PM defends daughter’s scholarshipAbbott says cannot guarantee university fees won’t doubleChristopher Pyne smuggled past students at Sydney Uni
Parents should start putting money aside to fund universities degrees if they want to spare their children crippling debt burdens, academics warn.
“I would start saving now,” says Monash University’s associate dean of education Lucas Walsh.
Professor Walsh expects the federal government’s proposed changes to higher education could result in substantially larger university debts in some areas for students.
University graduates will most likely be subject to higher rates of interest on their loans under the reforms.
Interest rates will be pegged to the government bond rate instead of inflation with a cap of 6 per cent, up from 2.9 per cent currently.
And Professor Walsh says these larger debts could mean graduates delay major life choices, including starting a family or buying a home.
In the changes outlined in the recent federal budget, fees will be deregulated, allowing universities to charge as much as they want for courses.
But Education Minister Christopher Pyne said university students are misguided about the federal government’s education reforms
”University students will not be paying double the fees they are paying now,” he told Fairfax Radio Network on Friday morning.
”They are very misguided and spreading a great deal of misinformation.”
Although students will not have to pay back their loans until their pay reaches a threshold, Professor Walsh says their debts will be accumulating interest while graduates struggle to find jobs.
He says the workforce is becoming more “fluid” with stable, long-term jobs increasingly difficult to find.
“As a consequence I think it could affect the paying power of these students to repay their loans.”
Grattan Institute higher education program director Andrew Norton says course fees will rise on average but prices at private universities will almost certainly decrease.
He says the international student fee market in 2013 offers a rough guide to what domestic students can expect to pay for courses at the higher end.
His analysis of estimated maximum fee rises shows that student contributions to a law degree could go up 129 per cent to $22,415 a year.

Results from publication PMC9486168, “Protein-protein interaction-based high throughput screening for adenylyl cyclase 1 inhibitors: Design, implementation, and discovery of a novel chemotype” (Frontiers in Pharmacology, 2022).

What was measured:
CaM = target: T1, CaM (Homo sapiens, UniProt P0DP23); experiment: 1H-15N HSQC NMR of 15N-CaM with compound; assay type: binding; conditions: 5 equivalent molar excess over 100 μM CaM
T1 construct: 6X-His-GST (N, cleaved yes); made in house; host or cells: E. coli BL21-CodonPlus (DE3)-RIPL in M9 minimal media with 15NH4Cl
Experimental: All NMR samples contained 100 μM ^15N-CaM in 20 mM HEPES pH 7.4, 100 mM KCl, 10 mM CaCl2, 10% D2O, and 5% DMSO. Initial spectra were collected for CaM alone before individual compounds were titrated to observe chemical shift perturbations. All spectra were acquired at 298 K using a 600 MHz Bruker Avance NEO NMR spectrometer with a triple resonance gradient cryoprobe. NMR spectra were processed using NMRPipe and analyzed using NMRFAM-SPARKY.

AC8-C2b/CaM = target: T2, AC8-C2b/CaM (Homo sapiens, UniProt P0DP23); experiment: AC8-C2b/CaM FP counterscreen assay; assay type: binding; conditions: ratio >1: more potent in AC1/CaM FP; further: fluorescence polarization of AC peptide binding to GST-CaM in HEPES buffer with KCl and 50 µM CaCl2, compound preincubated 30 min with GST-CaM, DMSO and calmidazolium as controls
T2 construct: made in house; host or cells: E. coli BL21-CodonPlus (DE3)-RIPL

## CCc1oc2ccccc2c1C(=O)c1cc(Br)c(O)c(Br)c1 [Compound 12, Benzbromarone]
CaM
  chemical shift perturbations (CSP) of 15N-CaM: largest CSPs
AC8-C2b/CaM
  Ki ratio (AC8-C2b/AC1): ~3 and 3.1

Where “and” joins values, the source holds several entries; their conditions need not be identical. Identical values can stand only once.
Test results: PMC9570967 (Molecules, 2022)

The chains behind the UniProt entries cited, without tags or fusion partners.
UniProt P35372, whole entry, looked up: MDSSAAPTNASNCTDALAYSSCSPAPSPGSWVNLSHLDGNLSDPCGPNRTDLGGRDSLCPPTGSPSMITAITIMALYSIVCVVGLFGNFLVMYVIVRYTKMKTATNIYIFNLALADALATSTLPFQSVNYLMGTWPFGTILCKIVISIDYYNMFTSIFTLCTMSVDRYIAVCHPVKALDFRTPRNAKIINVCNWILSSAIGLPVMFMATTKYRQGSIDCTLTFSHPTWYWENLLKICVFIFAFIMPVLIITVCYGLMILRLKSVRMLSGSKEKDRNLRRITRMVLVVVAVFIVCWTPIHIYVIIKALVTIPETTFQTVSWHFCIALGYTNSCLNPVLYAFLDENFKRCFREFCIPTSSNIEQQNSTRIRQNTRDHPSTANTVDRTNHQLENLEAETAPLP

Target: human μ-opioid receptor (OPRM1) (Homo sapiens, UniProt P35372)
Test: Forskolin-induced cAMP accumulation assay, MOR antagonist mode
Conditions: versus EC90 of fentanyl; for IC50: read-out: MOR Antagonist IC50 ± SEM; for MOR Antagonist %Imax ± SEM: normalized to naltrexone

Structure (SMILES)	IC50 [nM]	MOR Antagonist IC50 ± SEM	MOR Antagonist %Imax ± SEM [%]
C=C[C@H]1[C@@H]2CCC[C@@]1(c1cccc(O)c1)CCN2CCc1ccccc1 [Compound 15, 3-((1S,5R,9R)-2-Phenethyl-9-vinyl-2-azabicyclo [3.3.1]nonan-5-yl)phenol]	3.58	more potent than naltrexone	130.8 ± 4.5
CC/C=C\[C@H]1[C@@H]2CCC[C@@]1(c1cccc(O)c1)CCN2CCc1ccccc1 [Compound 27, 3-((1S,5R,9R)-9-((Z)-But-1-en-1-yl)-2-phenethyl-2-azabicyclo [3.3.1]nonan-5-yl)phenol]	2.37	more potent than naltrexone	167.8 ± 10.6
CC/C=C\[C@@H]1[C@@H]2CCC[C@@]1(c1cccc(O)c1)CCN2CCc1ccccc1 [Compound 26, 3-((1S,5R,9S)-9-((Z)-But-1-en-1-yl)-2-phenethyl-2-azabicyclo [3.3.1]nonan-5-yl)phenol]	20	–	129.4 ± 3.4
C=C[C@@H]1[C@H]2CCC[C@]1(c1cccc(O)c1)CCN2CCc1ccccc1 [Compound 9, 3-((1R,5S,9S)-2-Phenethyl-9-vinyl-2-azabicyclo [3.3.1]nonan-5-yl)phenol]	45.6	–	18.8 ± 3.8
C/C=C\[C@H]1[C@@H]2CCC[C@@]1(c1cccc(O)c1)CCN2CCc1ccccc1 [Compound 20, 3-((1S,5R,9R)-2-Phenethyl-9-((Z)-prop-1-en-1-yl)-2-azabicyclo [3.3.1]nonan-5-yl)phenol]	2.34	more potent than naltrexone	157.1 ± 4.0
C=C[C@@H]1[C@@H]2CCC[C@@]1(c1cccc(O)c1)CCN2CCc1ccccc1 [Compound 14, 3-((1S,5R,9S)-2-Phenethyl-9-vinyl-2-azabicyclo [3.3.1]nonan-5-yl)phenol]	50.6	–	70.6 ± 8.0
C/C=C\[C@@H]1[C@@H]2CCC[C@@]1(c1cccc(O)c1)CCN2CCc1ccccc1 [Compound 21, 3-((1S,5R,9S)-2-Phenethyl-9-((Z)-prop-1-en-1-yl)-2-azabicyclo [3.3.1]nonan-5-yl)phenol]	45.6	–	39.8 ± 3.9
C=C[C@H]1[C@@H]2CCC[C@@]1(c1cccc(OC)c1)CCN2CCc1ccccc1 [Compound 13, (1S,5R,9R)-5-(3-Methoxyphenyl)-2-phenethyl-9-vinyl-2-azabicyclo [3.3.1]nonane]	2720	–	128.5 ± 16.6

An arts degree could rise by 159 per cent to $15,223 annually for domestic students.
However, he stresses there will be cheaper options available.
But students should make their own decisions about university education, he says.
“I’m still inclined to think these students are adults. They should be making adult choices about how much they spend and not expect their parents to pay for it,” he says.
And students should think carefully about the benefits of expensive courses particularly if there are cheaper alternatives for similar qualifications. “If you don’t get much, don’t pay it.”
But Smith Family general manager Anton Leschen says it is fanciful to think many parents have money to spare for their children’s future education.
“They’re focusing on transport costs, rising living costs. They didn’t have enough money to put aside previously,” he said.
Melbourne University higher education lecturer Emmaline Bexley says some parents may need to choose between independent schooling or setting aside money for tertiary education.
Dr Bexley points to US research that shows people with student loans are retreating from the housing market.
Last week Bloomberg reported that young people who weren’t saddled with college debts had taken out more mortgages than “student-loan borrowers”.
Bloomberg said the decline in “home-purchase ability” for people with student loans was an example of how education debt was dragging on the US economy.
Here the federal government wants to introduce measures to increase scholarships for disadvantaged students. But some university leaders have cited fears that children from middle-class families – who are unlikely to be eligible for hardship scholarships – could be priced out of university education.
But Mr Pyne said the students were wrong thinking the reforms would make universities accessible only to the rich.
”Not when you can borrow every single dollar up front from the Australian taxpayer and not pay it back until you’re earning over $50,000 a year and at the lowest interest rate that you’ll ever get for a loan in your entire life time,’’ he said.
Mr Pyne said middle-class families would not be priced out of tertiary education because of higher fees and higher rates of interest.
”That is just wild speculation. In my reforms to higher education we are massively expanding the number of providers who can access the Commonwealth government subsidies for students, that means there will be an adrenalin shock into the market. And if universities charge exorbitant fees, they won’t get any students,” he said.
He also said the Commonwealth scholarships program wais being expanded and there would be more opportunities for first-generation university goers.
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